120 Pieces of Sound marks Swiss composer Jürg Frey's first release for Yuko Zama's impressive elsewhere records. The album includes two Frey pieces, "60 Pieces of Sound" and "l'âme est sans retenue II". The latter track is what initially attracted me to the album, as I really enjoyed the first part which was released by erstwhile records in 2017 as a six hour, five disc collection (there's a third part as well, and though I haven't yet obtained a copy yet, I intend to do so). However, after hearing "60 Pieces of Sound" I'm as much enamored with it as with the second track. Both pieces are excellent examples of Frey's work, and they nicely complement and contrast each other. Frey recorded "60 Pieces of Sound" with Boston ensemble Ordinary Affects using traditional instrumentation, while "l'âme est sans retenue II" is based on field recordings taken around Berlin with undercurrents of Frey's barely discernable bass clarinet. The common ground of the two recordings is the artist's use of protracted silences to differentiate and accent the movements, thus creating a sort of aural non-zero sum game.
On "60 Pieces of Sound" Frey and cellist Laura Cetilia play the pitches of the melody over which the rest of the Ordinary Affects ensemble is free to play a pitch of their choosing. This combined with the silences presents an aggregate that is both harmonious and dissonant, depending on the undetermined pitches selected. The long pauses give the resulting chords room to breathe and decay, creating space and softening the edges (especially when the chord comes off as particularly dissonant). The melody itself, while buried and slowly developing, gives the piece a sense of forward motion and advancement, and I'm not sure that it would work as well without it. Of the piece "l'âme est sans retenue II", I am reminded of sleep during travel. Drifting off and then coming to, the sounds familiar and consistent but slightly different after each pause. These disparate (I use this term extremely loosely here) sounds are tied together with a light undercurrent of bass clarinet which is almost transparent unless you know what you're listening for. In contrast to the first part of "l'âme est sans retenue" the pauses here feel fairly uniform in length, and the sounds presented on the field recordings feel a bit more homogeneous, making for a more meditative (if that's possible) listen.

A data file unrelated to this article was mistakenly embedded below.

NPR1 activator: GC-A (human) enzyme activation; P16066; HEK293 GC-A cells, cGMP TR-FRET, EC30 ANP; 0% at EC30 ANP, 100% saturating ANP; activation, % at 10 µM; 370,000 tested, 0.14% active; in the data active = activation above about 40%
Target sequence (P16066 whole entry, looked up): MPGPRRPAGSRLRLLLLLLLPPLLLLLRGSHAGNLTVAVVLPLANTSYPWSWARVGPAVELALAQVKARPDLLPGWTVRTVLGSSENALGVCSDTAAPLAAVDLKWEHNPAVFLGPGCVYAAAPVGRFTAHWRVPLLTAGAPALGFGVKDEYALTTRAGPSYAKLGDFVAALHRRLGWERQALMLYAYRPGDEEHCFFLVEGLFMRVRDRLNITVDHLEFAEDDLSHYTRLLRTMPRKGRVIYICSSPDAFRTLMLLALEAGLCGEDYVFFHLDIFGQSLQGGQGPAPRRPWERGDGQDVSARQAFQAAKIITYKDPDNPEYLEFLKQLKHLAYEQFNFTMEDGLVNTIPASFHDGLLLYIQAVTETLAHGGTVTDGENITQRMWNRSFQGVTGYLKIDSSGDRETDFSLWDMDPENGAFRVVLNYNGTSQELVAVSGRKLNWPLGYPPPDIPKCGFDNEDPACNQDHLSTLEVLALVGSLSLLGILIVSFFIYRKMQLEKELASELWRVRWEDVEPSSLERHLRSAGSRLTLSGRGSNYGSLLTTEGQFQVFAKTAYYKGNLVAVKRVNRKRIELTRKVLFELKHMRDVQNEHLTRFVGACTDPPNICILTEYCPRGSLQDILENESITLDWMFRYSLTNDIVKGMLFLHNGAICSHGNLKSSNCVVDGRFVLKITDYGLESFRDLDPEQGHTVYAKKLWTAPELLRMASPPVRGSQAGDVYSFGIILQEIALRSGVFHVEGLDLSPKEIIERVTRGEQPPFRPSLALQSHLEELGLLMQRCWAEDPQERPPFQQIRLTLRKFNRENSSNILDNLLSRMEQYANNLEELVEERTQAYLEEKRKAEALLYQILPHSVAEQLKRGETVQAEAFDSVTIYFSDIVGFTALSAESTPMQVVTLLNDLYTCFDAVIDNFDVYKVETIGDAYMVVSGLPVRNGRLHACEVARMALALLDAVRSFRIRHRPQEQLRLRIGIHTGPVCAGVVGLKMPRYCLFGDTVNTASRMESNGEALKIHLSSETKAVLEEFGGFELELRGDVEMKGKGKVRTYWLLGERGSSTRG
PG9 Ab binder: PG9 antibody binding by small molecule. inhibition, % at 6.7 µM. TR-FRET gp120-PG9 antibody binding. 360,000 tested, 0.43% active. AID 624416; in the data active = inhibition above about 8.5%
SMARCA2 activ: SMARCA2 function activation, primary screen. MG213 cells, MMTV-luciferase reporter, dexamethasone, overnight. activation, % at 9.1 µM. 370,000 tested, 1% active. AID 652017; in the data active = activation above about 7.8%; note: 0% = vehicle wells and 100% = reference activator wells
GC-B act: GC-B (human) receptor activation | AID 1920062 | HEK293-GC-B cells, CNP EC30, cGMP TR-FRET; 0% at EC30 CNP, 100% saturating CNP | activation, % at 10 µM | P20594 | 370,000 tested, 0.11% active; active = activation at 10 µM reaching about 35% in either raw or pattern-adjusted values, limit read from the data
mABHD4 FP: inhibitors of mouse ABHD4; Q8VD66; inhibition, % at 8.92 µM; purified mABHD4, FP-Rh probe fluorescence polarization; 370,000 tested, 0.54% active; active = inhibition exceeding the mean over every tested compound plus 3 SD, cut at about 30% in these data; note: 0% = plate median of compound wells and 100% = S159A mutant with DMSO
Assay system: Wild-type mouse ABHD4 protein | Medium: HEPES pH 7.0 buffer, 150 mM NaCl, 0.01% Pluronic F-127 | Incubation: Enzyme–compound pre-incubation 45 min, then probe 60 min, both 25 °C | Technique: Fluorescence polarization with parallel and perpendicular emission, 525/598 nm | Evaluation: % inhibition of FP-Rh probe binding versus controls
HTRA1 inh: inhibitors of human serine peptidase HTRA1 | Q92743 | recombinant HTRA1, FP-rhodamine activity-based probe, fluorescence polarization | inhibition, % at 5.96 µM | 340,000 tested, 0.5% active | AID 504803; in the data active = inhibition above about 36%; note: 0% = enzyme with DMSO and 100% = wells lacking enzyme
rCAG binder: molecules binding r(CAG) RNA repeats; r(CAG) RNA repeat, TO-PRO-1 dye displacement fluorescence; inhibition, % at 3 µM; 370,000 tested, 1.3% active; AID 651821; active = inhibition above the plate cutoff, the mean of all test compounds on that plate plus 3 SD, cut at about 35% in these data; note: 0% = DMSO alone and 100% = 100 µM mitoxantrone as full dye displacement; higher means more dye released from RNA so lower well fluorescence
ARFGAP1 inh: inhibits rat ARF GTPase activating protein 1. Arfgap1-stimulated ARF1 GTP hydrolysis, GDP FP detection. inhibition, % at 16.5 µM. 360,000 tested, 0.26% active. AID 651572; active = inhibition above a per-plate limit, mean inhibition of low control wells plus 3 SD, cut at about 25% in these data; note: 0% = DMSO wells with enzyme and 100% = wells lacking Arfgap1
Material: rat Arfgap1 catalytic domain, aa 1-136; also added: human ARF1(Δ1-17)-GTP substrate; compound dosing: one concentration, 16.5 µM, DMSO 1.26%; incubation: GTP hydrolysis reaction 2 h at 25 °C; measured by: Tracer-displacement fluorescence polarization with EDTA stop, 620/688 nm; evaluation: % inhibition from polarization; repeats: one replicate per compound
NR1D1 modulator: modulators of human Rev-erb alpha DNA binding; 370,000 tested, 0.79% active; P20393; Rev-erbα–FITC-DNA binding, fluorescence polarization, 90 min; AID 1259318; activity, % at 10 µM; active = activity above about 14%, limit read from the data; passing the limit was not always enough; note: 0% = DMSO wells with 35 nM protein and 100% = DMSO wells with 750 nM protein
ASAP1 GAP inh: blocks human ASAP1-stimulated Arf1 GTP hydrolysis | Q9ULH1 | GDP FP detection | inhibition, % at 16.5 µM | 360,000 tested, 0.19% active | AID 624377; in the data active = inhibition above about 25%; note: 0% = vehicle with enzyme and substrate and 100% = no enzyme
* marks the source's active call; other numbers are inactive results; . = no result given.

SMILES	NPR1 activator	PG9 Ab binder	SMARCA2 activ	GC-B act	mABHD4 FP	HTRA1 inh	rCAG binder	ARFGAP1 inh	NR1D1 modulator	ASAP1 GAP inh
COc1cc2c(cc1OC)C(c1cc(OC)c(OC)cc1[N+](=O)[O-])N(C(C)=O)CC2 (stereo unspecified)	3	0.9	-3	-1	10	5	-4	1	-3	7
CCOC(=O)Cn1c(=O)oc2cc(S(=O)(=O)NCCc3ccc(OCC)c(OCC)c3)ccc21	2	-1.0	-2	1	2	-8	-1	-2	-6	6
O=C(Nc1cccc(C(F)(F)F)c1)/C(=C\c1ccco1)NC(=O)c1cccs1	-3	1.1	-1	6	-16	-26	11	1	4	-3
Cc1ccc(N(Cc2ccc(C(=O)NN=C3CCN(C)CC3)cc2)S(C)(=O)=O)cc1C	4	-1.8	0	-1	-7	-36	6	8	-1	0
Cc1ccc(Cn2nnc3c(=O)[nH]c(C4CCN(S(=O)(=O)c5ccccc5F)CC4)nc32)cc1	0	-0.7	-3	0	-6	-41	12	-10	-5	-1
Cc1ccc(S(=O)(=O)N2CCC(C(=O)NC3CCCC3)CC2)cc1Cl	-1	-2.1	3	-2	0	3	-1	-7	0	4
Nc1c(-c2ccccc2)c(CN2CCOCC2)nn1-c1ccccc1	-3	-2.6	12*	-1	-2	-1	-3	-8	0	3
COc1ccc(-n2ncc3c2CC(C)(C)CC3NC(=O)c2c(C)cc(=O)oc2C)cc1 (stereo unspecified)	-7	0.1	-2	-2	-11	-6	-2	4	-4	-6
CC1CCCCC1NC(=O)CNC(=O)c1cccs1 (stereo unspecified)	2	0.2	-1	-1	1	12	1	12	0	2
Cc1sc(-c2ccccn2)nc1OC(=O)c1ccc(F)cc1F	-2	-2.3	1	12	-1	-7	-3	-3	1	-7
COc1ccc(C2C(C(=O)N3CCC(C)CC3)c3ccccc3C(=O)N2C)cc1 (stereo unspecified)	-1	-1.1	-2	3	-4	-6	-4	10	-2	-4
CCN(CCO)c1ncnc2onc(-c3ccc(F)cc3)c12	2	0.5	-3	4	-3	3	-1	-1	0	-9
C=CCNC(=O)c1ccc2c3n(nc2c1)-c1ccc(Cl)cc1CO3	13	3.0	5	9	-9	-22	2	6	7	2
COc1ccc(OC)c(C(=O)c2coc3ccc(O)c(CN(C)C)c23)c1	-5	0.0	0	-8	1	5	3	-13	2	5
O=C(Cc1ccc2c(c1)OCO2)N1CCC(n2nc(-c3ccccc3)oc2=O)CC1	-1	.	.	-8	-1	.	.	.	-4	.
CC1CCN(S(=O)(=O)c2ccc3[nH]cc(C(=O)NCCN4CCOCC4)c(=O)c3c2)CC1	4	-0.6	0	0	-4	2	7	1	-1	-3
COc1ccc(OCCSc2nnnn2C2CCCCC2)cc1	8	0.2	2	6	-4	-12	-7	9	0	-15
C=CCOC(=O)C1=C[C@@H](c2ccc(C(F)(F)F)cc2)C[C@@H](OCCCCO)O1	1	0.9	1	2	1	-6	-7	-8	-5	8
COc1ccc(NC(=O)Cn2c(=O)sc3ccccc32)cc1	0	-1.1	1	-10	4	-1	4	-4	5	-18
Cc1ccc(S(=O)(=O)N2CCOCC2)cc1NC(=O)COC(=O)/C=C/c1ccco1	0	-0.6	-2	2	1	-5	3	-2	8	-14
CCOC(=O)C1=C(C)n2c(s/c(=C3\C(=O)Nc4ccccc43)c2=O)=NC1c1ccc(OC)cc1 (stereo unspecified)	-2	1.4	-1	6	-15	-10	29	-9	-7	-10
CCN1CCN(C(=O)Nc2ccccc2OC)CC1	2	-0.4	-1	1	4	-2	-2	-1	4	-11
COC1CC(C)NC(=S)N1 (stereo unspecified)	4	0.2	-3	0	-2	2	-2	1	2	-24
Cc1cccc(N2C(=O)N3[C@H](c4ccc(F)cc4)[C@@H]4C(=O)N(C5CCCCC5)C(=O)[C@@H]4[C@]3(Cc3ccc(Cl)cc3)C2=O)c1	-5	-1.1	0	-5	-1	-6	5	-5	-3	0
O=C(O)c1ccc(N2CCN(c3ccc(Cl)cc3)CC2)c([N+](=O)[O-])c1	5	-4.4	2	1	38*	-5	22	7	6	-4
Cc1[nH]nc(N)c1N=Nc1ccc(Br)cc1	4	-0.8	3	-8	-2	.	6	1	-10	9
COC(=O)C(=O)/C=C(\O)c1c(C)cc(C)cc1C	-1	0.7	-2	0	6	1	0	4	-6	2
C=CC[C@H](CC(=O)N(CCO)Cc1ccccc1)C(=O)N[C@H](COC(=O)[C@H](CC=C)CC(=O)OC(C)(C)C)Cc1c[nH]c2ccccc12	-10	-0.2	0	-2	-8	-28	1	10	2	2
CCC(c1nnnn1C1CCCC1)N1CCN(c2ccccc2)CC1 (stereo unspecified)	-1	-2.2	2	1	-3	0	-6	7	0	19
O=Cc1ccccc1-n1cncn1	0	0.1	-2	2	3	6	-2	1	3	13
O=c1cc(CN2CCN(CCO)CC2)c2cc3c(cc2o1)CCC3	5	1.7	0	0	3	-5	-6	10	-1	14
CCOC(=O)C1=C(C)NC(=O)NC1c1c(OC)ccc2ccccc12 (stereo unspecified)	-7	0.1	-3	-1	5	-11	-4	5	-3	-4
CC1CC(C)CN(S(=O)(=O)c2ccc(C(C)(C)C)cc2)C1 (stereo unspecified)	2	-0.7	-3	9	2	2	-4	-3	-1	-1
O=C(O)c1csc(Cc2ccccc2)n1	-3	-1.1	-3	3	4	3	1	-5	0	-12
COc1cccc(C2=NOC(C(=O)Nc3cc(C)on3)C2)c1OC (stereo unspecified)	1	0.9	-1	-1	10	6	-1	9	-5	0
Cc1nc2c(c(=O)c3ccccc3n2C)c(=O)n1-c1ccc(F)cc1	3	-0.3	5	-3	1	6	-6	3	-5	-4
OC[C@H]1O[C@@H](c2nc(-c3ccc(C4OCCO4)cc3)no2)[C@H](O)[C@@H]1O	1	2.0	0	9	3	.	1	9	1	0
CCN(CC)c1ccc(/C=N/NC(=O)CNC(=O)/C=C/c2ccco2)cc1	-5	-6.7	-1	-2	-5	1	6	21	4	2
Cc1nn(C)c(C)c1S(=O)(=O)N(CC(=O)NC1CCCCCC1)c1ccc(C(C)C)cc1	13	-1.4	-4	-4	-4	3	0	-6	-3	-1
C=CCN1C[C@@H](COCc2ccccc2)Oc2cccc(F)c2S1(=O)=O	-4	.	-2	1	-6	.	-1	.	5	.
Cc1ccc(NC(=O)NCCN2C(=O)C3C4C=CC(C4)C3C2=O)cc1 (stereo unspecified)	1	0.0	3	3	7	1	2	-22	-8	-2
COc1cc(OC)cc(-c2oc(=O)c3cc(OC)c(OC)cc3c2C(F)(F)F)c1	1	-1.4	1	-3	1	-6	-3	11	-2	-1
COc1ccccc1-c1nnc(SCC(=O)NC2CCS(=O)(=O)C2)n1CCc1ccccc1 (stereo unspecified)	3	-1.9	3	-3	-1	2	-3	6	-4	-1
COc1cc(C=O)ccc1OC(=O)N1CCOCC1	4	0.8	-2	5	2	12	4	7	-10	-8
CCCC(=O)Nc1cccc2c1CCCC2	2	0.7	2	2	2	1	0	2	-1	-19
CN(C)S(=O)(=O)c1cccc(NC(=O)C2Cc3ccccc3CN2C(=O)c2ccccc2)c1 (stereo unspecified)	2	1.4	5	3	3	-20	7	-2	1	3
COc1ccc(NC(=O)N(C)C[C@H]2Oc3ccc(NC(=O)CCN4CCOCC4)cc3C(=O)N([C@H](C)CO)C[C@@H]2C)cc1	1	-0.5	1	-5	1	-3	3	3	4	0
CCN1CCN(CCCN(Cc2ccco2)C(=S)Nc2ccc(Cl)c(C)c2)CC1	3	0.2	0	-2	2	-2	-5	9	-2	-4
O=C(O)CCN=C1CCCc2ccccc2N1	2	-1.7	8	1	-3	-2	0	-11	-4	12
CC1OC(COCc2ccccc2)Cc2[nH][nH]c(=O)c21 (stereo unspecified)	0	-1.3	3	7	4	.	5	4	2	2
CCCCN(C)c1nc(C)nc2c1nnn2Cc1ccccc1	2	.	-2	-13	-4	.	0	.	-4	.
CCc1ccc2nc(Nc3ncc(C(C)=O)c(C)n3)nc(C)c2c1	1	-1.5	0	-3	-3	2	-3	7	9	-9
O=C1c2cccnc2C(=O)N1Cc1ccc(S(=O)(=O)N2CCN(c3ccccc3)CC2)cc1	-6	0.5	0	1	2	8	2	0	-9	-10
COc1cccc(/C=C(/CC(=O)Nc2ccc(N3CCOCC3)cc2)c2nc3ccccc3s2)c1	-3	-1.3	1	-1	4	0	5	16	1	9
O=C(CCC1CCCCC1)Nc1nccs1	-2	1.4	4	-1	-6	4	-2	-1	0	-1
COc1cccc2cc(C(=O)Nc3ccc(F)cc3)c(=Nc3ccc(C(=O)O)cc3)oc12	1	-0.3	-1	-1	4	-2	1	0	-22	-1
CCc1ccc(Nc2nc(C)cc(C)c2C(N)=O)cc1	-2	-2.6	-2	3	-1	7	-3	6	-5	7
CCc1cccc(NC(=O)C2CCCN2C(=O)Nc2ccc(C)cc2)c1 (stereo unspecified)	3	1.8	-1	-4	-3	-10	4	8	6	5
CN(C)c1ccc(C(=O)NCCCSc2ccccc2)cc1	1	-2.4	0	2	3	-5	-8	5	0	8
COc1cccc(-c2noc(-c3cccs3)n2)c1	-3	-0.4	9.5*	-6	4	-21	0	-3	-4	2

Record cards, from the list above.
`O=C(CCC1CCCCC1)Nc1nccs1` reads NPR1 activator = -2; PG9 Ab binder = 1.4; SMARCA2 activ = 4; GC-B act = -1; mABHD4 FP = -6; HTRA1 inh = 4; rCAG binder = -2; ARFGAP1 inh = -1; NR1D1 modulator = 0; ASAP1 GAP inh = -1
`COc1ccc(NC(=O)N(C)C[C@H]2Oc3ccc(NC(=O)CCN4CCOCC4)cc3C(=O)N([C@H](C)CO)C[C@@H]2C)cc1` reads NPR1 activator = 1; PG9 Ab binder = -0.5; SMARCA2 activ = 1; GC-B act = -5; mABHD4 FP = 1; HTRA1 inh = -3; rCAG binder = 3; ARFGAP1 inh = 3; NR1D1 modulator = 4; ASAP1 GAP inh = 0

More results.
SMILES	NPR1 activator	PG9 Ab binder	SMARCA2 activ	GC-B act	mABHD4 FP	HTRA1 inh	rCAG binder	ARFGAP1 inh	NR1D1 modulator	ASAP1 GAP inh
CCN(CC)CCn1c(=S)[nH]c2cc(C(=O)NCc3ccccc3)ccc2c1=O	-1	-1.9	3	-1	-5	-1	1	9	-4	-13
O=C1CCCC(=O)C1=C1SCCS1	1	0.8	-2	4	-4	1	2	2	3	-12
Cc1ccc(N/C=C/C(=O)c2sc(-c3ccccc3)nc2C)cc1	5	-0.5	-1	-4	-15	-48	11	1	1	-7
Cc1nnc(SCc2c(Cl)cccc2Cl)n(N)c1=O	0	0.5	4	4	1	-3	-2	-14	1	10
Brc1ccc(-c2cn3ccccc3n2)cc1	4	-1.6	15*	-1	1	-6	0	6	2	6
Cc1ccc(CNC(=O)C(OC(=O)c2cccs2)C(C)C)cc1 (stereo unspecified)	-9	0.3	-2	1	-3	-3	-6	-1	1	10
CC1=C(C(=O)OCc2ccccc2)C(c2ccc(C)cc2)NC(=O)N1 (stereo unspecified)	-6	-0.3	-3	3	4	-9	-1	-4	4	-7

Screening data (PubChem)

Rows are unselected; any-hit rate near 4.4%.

All in all the record is a very satisfying listen, combining a (relatively) melodic ensemble piece with Frey's more experimental (again, relatively) approach to composition on the second half. Kudos to Yuko Zama for getting the second part of "l'âme est sans retenue II" in the hands of the listeners and for her curatorial talents in general, as her label has released some exceptional music thus far. A most welcome release from a label we'll all be watching closely in the coming years.
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